It is 2020 and the Earth has seen more wear and tear in this short Anthropocene of ours than in its own history of 4.5 billion years. The cause is blaring louder and louder in our faces every day through climate marches, poorly directed plastic straw bans and 16 year old activists: there is an abundance of consumer waste. The reason for this is the overproduction and manufacturing of products by multinational corporations.
But let’s backtrack and paint this picture with numbers.
In the single year of 2015, the fashion industry collectively manufactured 100 billion pieces of clothing for the seven billion people that inhabit this earth, according to Fast Company.
Now, if you’re thinking there is no way that even half of that was put to good use, you’re right. Most of those pieces of clothing end up in ever-growing landfills, in oceans or even being burned, which is a cost in itself. In California alone, Goodwill spends $7 million to dump clothes into landfills. Goodwill!
The small Swedish town Vasteras, where H&M originated from, even relies partially on the Fast Fashion company burning its excess products as a fuel source. That’s a nicer ending than what most apparel gets; one third of the micro plastic pollution in our oceans comes from textile fibers.
It is apparent that apparel — a $2.5 trillion business which employs 40 million garment workers, most of them being exploited women — is a major culprit in the world’s destruction. The fashion industry requires many facets of production from resources, transportation, water and so on, only to come back a few seasons later to be (non-biodegradable) waste. So how can one person do anything about this?
That is what Associate Professor Andrea Varga answered at her event “Sustainability in our Closets” on Tuesday night, Feb. 18. Varga is also a costume designer who learned to sew from her grandmother. It was through her work in costume design that Varga became more attentive to the clothing industry, its economics and impact on the environment. Asking deeper questions like what motivates the way we dress, why it’s important and why there is a lack of attention to apparel consumption were all factors that led Varga to change her habits to be more sustainable and encourage others to do the same.
As a disclaimer, Varga emphasized that she doesn’t use guilt as a motivator in her efforts to spread awareness, as so much of the media does in regards to maintaining sustainability. Varga understands that it is important to realize on a large scale that we are manipulated by the consumer market system and brands with cunning marketing, who convince people they need a lot more than they actually do.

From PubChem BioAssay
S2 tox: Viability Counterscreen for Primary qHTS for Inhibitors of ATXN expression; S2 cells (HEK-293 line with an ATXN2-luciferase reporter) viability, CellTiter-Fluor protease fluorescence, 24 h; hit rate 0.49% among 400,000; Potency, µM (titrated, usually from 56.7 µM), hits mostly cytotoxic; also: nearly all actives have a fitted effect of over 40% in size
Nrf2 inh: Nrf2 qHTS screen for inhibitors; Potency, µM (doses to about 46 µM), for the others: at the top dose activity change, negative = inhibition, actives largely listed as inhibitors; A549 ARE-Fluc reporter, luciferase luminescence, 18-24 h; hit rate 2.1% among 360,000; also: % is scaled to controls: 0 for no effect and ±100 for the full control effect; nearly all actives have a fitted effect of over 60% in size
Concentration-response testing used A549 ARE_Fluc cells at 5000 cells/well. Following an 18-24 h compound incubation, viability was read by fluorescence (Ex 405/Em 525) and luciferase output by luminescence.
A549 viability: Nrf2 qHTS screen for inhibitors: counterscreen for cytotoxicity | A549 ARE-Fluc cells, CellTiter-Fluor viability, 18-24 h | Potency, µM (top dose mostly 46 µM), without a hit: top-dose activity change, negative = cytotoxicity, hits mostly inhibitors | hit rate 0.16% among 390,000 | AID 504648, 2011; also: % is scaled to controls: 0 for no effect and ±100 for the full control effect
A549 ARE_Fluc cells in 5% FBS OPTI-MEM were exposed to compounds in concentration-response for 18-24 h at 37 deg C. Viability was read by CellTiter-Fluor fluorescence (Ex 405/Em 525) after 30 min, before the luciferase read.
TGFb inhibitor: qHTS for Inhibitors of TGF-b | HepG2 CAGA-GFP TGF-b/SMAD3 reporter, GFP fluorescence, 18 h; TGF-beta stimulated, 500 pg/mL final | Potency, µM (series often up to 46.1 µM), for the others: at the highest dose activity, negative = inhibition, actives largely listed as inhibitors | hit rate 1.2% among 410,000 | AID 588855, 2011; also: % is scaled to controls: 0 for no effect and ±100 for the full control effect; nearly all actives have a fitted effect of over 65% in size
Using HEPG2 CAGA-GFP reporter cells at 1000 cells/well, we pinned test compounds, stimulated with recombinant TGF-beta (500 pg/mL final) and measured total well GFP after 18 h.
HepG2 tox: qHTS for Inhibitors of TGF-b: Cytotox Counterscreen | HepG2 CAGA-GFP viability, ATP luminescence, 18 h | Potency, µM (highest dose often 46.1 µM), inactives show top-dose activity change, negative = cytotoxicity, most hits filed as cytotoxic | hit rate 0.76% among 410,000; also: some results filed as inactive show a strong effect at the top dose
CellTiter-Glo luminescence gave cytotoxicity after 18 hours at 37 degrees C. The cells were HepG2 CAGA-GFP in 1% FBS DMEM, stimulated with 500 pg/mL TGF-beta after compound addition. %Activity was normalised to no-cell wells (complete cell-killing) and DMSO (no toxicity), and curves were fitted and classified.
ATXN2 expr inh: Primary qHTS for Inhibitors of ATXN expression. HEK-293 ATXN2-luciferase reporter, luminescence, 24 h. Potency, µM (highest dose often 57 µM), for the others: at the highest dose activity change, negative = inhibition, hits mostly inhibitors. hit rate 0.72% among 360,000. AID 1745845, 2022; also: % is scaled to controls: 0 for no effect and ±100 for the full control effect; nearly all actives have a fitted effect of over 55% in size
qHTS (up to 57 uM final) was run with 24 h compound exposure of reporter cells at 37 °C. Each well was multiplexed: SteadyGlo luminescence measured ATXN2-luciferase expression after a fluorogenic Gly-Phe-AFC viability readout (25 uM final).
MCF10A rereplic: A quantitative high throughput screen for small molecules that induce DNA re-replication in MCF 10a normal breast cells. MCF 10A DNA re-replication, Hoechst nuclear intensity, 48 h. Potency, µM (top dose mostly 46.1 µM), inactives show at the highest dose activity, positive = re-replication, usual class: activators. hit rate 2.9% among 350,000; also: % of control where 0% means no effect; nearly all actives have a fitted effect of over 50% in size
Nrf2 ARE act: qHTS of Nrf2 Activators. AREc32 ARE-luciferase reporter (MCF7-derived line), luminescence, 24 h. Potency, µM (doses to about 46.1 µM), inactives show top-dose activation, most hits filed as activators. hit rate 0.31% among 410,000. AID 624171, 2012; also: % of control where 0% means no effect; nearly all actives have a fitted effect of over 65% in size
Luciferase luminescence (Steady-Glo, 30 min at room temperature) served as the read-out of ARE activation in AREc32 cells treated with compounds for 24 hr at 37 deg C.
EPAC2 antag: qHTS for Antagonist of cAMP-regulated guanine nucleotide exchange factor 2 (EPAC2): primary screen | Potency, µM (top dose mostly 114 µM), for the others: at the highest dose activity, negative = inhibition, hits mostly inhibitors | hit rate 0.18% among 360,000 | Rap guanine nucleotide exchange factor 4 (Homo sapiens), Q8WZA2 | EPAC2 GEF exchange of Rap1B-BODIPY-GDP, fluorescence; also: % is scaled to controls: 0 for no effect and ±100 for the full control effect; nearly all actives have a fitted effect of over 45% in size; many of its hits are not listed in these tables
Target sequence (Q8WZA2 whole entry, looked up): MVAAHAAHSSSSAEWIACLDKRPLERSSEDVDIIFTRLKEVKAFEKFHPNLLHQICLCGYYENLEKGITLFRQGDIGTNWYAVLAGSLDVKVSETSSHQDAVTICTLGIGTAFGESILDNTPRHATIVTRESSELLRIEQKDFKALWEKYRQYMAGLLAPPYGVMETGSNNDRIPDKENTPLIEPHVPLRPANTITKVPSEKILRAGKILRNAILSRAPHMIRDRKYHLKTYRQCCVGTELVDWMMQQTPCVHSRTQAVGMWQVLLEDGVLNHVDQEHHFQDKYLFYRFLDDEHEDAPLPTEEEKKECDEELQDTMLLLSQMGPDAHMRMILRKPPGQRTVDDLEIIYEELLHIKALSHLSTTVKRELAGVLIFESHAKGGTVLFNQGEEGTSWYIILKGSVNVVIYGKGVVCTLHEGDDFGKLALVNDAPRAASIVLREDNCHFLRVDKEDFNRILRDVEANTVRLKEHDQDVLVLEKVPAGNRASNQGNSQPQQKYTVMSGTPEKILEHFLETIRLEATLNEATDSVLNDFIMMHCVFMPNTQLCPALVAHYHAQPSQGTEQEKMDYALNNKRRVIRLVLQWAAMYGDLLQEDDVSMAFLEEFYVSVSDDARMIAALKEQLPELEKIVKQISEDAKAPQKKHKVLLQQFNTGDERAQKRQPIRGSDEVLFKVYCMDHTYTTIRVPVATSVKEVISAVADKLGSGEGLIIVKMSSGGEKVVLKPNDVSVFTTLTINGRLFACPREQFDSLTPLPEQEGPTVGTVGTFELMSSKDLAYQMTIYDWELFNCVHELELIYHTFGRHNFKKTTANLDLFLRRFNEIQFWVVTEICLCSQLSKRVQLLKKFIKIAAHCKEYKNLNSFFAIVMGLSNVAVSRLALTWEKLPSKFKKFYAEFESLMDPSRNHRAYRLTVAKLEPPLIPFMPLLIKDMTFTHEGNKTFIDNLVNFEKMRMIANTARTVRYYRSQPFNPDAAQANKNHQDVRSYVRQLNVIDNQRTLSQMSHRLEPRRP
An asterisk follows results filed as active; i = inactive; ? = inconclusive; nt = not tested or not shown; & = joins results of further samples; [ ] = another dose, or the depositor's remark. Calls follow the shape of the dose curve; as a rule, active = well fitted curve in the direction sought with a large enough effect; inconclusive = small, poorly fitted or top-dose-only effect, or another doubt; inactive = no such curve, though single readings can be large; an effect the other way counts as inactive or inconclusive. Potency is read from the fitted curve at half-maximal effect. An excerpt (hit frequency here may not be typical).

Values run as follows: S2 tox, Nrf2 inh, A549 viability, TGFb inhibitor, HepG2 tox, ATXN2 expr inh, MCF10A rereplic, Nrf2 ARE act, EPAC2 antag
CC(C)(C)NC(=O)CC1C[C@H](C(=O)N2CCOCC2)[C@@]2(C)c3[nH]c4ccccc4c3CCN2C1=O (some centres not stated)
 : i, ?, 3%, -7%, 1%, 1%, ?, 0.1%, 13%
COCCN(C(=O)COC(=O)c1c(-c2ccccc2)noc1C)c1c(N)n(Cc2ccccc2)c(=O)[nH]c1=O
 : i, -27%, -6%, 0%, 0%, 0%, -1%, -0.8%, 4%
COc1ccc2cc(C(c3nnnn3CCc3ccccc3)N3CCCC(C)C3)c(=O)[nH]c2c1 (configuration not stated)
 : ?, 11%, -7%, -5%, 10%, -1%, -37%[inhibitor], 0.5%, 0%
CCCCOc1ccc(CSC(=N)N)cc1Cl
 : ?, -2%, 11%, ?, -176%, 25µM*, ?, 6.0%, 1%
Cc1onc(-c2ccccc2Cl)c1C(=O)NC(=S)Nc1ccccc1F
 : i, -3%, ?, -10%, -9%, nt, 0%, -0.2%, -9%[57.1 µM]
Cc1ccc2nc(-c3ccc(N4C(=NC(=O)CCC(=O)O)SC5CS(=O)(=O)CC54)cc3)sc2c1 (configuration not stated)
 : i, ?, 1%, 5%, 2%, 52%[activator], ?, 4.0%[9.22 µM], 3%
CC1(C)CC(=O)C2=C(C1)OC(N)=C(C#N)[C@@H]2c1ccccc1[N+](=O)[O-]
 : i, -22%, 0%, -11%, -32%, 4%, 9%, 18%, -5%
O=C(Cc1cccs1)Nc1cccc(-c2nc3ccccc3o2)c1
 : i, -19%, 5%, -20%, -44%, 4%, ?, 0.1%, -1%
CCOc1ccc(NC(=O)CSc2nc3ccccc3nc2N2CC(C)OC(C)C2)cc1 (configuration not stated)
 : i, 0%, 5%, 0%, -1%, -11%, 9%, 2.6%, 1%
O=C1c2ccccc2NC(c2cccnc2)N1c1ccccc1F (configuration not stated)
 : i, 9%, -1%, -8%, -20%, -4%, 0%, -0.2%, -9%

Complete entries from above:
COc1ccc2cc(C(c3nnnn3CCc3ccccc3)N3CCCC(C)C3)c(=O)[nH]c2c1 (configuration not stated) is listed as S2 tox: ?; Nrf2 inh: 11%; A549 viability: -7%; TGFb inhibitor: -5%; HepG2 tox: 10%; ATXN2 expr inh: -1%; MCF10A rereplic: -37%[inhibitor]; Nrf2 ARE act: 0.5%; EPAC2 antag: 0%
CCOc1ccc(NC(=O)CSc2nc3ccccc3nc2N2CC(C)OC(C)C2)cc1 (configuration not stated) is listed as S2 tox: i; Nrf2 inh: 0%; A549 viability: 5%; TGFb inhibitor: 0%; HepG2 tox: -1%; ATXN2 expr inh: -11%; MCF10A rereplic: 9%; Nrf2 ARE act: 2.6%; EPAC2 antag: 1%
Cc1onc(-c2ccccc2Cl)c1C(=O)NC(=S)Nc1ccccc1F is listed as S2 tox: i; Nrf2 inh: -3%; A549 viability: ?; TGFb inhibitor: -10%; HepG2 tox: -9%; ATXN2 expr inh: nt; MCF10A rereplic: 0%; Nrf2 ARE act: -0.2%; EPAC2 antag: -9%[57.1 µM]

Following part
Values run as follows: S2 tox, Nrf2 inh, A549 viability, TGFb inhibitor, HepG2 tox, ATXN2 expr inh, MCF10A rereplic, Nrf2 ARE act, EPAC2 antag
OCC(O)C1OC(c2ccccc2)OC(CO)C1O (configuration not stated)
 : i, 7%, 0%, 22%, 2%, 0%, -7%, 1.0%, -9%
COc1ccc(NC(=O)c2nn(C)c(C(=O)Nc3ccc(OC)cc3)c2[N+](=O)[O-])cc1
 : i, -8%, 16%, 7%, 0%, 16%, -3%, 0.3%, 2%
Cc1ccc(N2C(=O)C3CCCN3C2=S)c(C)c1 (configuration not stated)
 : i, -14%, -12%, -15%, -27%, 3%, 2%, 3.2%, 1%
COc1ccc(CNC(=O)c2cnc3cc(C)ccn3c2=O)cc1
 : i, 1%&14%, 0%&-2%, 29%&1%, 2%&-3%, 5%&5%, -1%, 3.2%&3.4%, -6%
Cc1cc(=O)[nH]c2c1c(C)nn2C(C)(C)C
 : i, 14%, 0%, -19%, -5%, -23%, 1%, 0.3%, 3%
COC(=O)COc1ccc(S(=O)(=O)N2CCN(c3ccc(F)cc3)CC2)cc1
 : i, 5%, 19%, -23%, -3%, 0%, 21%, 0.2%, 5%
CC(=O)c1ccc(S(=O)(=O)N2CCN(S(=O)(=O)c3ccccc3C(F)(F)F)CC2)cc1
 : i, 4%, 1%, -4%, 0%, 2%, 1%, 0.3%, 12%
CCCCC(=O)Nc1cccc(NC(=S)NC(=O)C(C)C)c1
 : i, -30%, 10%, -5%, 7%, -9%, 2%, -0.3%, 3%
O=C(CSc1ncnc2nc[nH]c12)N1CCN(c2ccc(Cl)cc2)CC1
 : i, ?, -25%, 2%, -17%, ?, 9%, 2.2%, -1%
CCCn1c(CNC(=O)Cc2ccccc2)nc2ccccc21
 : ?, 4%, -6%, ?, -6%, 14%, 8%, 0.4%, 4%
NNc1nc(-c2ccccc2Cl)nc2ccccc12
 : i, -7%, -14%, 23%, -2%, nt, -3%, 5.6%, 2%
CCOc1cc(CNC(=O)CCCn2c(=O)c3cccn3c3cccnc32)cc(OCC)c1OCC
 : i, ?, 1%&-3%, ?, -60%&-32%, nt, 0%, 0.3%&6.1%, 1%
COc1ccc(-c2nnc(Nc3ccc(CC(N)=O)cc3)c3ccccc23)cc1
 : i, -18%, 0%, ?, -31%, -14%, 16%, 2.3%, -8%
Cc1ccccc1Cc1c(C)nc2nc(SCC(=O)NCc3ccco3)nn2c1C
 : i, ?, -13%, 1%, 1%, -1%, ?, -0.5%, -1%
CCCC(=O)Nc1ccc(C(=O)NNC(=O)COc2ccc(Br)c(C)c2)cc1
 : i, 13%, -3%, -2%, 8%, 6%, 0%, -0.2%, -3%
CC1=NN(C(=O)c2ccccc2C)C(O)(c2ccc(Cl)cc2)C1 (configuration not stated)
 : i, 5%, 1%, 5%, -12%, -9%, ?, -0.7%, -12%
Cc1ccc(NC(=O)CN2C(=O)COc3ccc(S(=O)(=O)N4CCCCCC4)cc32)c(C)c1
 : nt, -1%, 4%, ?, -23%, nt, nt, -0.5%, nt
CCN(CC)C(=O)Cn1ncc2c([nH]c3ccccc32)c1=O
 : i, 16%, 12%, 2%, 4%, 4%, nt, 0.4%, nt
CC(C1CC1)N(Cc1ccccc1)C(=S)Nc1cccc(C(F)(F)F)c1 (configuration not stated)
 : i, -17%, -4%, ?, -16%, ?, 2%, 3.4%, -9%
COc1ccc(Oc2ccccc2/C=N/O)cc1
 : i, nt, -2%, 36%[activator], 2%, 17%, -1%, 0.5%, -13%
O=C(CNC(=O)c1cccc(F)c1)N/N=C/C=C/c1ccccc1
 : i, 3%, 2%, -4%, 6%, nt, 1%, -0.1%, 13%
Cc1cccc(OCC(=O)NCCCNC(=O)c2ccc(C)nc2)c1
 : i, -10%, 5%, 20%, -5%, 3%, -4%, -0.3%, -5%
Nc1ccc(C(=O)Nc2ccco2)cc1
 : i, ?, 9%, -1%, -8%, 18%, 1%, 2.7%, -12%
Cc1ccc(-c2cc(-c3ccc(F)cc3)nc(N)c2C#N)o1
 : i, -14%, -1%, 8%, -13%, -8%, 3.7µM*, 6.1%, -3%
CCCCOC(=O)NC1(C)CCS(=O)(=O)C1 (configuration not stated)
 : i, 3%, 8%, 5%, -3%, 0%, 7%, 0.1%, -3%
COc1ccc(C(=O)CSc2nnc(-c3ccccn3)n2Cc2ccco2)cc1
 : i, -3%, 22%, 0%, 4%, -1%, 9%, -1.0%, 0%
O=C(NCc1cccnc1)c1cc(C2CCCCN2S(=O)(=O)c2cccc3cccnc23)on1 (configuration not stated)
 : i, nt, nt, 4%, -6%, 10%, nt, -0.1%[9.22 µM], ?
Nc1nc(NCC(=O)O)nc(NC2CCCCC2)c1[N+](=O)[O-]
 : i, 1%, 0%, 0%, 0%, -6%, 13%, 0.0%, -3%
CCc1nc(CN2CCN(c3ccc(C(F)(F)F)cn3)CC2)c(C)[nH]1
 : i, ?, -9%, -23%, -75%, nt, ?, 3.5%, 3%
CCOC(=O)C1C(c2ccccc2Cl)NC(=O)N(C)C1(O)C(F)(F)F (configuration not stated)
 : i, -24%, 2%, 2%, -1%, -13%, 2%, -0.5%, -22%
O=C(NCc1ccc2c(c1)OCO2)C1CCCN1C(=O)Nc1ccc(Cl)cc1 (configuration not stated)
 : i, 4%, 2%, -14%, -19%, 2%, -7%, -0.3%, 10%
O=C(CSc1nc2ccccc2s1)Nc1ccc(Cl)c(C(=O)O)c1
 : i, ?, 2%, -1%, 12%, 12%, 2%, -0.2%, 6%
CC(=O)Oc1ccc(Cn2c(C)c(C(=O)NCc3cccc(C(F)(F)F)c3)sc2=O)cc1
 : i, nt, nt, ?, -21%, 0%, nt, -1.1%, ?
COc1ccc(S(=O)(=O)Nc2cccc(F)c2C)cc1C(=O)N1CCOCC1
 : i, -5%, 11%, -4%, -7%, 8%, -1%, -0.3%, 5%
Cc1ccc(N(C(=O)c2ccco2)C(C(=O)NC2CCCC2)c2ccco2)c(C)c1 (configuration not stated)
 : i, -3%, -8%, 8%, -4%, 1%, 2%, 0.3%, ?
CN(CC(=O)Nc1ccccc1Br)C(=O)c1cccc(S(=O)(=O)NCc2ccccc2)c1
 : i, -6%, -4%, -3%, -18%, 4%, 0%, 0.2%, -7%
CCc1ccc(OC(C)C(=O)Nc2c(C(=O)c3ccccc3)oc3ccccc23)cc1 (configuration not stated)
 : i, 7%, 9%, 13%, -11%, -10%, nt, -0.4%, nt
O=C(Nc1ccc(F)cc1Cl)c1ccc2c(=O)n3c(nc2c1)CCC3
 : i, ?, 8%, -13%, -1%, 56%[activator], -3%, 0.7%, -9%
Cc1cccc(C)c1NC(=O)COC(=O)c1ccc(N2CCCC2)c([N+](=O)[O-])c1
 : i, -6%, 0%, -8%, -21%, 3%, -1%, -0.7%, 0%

The way for individuals to practice sustainability in our closets, as directed by Varga, is by adapting a “circular lifestyle.” A circular lifestyle means utilizing clothing for its entire, full life cycle. This includes using what we already have, not buying things we don’t need, and most importantly taking good care of our clothes.
Taking care of our clothes is not only cost-effective, but a good tip to increasing their longevity. Varga recommended switching laundry habits like using cold water instead of hot, running shorter cycles and air or sun drying if possible. It is a common mistake to overuse detergents, which often have unnatural dyes and perfumes if not otherwise specified.
Another important tip that Varga gave was to wear more natural fibers. Most of the clothing made today is polyester or other plastic-based manufacturing, which as we know, do not break down and end up polluting the planet. Instead, opt for linen, cotton, hemp, silk, wool and bamboo.
Lastly, one of the most crucial tips was to never throw away clothing. So, unless it is in complete shambles, there are always alternative uses for our apparel. Undoing the damage and pollution that big factories have caused is a huge issue for corporations to solve, but in these little ways individuals can make a difference in our everyday lives.